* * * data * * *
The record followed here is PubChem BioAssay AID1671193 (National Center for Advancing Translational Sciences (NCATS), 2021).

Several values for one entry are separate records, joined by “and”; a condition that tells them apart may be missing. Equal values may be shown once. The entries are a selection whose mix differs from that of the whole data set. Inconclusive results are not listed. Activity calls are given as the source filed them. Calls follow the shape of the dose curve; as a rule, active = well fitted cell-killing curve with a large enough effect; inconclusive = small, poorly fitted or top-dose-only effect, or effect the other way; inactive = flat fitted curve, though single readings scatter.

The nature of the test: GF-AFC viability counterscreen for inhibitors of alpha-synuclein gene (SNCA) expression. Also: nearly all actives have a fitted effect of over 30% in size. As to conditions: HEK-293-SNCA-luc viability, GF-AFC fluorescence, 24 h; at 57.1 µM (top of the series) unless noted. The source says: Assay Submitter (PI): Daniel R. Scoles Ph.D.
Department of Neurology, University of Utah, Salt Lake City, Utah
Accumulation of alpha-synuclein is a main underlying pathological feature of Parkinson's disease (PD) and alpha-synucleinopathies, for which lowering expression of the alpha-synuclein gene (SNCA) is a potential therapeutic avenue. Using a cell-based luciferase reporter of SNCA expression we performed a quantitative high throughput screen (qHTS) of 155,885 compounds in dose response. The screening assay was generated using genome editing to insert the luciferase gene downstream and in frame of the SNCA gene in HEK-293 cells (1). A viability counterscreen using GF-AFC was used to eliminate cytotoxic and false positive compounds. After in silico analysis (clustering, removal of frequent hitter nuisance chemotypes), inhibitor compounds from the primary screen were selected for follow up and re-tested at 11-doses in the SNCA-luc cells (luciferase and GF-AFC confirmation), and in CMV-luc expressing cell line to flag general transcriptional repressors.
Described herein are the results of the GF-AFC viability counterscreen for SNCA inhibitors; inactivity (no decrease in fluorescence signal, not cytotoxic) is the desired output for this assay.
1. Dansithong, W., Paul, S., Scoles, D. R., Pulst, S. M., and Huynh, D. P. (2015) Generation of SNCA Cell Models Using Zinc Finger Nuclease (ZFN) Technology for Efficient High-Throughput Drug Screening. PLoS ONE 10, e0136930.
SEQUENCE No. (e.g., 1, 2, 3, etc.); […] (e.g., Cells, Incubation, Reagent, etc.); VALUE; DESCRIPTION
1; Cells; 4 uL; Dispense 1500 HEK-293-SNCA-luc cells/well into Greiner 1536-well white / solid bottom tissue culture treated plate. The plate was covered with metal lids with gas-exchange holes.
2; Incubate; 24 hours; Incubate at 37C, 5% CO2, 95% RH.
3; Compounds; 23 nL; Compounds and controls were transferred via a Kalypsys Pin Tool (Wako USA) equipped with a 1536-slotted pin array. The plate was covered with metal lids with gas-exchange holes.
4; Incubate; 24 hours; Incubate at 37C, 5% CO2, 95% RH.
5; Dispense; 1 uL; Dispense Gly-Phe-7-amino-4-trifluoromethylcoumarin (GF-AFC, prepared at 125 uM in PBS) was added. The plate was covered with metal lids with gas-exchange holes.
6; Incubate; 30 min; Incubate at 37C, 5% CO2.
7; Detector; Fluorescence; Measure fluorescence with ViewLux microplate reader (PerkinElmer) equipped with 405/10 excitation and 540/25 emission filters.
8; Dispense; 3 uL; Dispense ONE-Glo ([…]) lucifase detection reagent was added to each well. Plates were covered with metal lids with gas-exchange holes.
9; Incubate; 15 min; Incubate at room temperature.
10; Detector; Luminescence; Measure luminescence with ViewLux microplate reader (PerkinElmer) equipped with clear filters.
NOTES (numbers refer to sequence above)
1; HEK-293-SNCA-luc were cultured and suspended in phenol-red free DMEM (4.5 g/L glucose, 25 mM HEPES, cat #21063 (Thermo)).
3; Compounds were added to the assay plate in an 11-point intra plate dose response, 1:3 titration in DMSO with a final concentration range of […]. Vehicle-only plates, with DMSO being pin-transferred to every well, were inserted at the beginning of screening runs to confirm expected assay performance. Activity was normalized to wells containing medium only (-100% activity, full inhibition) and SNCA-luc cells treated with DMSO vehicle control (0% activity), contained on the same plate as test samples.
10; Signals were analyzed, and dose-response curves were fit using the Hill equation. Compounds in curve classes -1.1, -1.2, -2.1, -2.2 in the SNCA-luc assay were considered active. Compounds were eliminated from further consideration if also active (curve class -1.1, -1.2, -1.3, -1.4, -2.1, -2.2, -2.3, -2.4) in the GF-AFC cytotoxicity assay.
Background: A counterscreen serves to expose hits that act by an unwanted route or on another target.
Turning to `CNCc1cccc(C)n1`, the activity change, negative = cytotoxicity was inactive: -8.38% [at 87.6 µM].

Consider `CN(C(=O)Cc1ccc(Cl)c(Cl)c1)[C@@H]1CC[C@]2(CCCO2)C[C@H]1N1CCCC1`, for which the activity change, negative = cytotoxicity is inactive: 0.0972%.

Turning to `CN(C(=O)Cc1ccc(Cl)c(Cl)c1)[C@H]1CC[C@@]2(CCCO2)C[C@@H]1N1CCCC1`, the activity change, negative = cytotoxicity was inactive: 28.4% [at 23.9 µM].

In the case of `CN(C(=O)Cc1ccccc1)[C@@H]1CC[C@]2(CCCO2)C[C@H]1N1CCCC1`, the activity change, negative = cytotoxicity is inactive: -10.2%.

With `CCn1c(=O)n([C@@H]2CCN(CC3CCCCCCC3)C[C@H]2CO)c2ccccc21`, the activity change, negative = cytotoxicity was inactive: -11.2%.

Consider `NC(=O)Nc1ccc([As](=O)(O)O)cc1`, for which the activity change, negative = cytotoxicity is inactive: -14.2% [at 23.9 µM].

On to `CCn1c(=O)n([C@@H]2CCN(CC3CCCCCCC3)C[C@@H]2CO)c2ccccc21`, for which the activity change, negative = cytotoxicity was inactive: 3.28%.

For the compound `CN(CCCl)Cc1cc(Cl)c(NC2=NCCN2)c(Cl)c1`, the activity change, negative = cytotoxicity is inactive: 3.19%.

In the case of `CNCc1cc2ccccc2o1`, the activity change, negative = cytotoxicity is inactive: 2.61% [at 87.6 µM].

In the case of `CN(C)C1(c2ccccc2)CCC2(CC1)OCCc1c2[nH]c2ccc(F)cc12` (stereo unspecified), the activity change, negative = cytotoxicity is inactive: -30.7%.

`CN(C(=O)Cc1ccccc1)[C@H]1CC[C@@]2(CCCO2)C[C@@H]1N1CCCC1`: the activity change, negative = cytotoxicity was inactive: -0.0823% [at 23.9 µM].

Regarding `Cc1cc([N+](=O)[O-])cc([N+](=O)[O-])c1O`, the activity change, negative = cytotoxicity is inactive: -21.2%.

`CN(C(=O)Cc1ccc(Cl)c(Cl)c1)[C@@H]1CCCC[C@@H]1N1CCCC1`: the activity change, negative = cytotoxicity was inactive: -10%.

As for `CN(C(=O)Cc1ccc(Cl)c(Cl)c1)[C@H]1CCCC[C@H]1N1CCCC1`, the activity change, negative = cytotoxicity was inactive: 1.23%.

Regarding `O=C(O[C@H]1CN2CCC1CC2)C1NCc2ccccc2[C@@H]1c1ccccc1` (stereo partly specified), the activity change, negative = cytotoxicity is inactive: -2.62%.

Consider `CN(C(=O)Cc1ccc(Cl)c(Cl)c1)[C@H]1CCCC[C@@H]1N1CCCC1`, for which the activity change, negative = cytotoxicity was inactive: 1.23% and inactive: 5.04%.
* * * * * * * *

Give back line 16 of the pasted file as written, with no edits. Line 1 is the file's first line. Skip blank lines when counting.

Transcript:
8; Dispense; 3 uL; Dispense ONE-Glo ([…]) lucifase detection reagent was added to each well. Plates were covered with metal lids with gas-exchange holes.